4. @ Susan: I really don’t like to travel. I grew up overseas, traveled all over the Middle East, Europe, the British Isles, Canada, Alaska, the contiguous United States, Hawaii, the South Pacific, Australia, and New Zealand. I’ve traveled when traveling wasn’t torture, and I can’t even imagine subjecting myself to the conditions that airline passengers face today to go to places that I’ve already visited or lived in.

    I live in a resort destination. It is extremely beautiful here, with fine restaurants, superb weather, and a vibrant cultural life. Having spent a third of my life traveling the world, I just don’t feel any need to bat around for no purpose other than to bat around, especially when home is a place that people pay a lot of money to come and visit.

    Other arts? I sing in a world-class choir that delivers an active nine-month season of classical choral music, from Bach to Rutter and beyond. Our city hosts three Actor’s Equity companies, one of the most eminent museums of Native American art and culture on the planet, one excellent and at least three very good museums of fine European, Asian, and American art, three large sporting arenas, spring training fields for professional baseball, a vibrant jazz scene, a credible bluegrass scene, chamber music, symphony, opera, ballet, a world-class botanical garden…oh heck, it goes on and on. You couldn’t list all the things that go on here in a paragraph or two.

  5. Funny – I wasn’t necessary suggesting travel. It just seemed sad to me that you were making a statement that sounded like you had no interests outside of the workplace. I am somewhat of a homebody myself – so I understand that traveling isn’t always a fascinating time.

    I am glad you sing in a choir – is there anything else that peaks your interest? I understand your city has a lot to offer in the world of arts – but, you enjoy partaking in any of it?

  6. Funny–I’ve been with you from the beginning. Has it been 3 years already? I have enjoyed every post, every time.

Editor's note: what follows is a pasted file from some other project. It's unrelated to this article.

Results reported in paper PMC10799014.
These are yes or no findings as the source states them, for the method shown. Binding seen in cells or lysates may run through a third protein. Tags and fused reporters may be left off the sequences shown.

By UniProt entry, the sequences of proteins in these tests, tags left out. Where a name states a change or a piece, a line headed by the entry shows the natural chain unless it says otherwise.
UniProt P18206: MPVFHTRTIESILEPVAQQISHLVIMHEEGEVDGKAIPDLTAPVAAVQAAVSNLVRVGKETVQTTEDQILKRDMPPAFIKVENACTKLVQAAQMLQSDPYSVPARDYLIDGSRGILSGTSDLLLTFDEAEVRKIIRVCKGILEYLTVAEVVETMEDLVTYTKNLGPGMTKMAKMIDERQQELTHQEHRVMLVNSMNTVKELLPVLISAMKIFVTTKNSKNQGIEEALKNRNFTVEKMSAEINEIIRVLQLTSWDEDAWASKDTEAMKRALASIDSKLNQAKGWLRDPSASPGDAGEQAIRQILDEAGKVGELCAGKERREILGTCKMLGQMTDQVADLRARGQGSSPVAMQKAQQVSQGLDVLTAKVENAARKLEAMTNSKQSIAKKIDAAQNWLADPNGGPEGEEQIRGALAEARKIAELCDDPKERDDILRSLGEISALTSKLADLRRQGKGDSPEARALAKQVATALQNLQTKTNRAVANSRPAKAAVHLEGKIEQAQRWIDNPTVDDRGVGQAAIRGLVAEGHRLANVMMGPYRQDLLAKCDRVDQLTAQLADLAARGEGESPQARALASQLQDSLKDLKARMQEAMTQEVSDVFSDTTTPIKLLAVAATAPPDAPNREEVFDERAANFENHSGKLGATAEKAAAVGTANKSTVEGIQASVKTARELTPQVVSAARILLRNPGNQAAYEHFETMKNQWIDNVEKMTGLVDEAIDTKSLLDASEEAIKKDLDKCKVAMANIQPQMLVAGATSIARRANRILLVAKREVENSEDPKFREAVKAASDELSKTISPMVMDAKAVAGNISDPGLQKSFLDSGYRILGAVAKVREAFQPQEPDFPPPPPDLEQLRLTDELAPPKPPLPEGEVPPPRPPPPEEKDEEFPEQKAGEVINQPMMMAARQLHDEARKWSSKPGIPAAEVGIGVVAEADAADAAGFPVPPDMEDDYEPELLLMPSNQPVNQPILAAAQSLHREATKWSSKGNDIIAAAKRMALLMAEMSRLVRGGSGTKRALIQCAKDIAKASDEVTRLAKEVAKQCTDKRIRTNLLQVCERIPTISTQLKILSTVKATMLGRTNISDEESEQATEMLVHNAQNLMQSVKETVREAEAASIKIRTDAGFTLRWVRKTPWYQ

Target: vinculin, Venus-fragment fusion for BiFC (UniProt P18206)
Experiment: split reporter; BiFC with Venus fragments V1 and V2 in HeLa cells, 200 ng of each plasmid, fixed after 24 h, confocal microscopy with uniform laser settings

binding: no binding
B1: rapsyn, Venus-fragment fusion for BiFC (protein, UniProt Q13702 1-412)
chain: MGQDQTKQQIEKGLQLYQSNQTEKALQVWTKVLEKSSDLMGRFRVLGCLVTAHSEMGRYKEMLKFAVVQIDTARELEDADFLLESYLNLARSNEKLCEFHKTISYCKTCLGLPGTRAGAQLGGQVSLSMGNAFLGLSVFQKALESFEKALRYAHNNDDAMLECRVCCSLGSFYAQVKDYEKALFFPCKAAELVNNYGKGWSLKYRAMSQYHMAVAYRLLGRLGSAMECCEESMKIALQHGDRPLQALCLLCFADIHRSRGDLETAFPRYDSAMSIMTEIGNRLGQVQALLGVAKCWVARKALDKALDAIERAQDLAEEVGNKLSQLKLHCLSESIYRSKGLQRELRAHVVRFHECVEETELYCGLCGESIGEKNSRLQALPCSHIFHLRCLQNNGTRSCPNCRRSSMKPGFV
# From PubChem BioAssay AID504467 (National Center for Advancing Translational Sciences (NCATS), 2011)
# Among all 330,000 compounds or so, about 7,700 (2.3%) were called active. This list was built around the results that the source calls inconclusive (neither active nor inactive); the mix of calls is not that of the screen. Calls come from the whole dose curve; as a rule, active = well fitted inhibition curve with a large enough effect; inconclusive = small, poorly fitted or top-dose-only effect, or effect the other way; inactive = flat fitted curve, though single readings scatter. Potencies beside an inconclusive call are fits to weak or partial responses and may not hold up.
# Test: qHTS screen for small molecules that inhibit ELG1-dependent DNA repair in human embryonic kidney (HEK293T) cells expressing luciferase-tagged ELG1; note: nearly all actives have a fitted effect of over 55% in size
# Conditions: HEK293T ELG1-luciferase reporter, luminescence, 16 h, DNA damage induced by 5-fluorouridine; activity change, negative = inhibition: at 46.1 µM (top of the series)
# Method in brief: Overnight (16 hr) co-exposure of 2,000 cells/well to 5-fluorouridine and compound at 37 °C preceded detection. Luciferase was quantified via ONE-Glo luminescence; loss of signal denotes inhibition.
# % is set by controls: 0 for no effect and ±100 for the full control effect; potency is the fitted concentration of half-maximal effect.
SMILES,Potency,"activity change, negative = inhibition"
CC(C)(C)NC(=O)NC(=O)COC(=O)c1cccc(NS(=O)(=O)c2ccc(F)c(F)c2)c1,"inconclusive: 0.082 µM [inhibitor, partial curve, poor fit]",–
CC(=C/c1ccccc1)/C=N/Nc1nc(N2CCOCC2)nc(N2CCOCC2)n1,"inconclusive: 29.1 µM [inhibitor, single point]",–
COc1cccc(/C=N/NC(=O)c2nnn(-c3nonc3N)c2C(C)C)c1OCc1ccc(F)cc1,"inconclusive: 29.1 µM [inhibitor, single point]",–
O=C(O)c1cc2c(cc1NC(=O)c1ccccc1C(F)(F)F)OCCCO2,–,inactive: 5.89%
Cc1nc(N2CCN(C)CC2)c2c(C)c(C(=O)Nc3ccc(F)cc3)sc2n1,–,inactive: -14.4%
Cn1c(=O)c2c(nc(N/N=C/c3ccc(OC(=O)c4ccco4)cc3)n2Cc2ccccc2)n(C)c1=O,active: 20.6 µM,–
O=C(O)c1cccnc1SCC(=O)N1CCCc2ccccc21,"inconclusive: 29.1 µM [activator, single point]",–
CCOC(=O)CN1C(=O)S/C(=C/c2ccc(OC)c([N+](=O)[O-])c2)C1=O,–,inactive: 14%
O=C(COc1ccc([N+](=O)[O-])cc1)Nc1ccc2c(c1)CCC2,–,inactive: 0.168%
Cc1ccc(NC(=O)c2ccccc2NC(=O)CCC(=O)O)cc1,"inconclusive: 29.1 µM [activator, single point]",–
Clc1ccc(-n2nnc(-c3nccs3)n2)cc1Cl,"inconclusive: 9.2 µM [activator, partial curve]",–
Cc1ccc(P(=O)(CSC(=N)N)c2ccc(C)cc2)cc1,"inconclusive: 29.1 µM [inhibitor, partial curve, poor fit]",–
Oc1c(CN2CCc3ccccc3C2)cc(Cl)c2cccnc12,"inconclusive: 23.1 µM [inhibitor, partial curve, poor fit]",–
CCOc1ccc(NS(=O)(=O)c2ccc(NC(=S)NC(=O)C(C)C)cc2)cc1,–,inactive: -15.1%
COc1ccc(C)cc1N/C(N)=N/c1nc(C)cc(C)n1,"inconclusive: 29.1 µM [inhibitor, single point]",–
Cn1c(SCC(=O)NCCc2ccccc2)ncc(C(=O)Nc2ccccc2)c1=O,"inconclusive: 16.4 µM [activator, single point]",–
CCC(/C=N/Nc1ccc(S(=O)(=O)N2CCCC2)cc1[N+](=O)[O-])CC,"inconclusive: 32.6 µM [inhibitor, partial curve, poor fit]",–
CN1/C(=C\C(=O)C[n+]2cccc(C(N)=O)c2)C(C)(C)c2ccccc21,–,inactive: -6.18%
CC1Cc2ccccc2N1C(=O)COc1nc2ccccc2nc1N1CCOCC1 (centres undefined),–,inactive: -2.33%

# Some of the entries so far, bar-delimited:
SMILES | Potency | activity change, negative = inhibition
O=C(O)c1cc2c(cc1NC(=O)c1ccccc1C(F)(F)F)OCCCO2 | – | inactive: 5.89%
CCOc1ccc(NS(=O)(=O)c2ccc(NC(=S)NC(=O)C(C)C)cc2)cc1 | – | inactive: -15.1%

You’re thinking old school. I say, make your FaM compilation as an E-book. I’ll bet you could write a short mystery as an E-book. You can publish anything you want yourself. You have the forum, and you certainly have the wit, humor and style to attract and hold readers.

    Whatever you do, I’ll still check in every day.

  7. Y’know, Susan, there’s something profoundly lonely about going to performances alone. If I can get someone to go with me, I will happily go to movies, concerts, plays, & the like. But if not, at least when I’m home I’m in the company of my dog. Also, experience has shown that when you buy a single ticket to a performance, you end up behind a pillar or shoved off on the far left or right side.

    I’ve taken art classes–the Desert Botanical Garden has a really nifty series of botanical drawing and painting classes, with shows and a number of other activities. In its penury, the city is closing down its recreational programs, including a wonderful art center that has provided a venue for professional artists to teach drawing, painting, and sculpture.

    The community colleges offer various dance classes–and as a facultyoid, I get a tuition waiver, not that the tuition is very much…certainly less than a dance studio charges. But again…who’m I gonna dance with?

  8. You’re making Phoenix sound like quite the place! I once worked for a former native who spoke of it so disparagingly it seemed like it truly was nothing but a desert.

  9. LOL! It’s an acquired taste. And the urban areas do have some really ticky-tacky, ugly development. Most of the small towns are hideous. It’s a place that would be very beautiful if it weren’t for the cities and towns.

    If a person had plenty of money, that person would probably prefer to live in San Francisco. Or Seattle. Or the south of France…

  10. @ Carla: Thanks! I wish self-publishing were as easy as printing a book and watching people beat a path to your front door. Even authors who publish through standard houses now have to market their books themselves, and that’s a big, challenging job. One advantage of going with a regular publishing house (especially if you already have four books in print :-)) is that you’re likely to get a nice advance. Unless you’re a strong marketer, that may be as much as you ever see from the thing.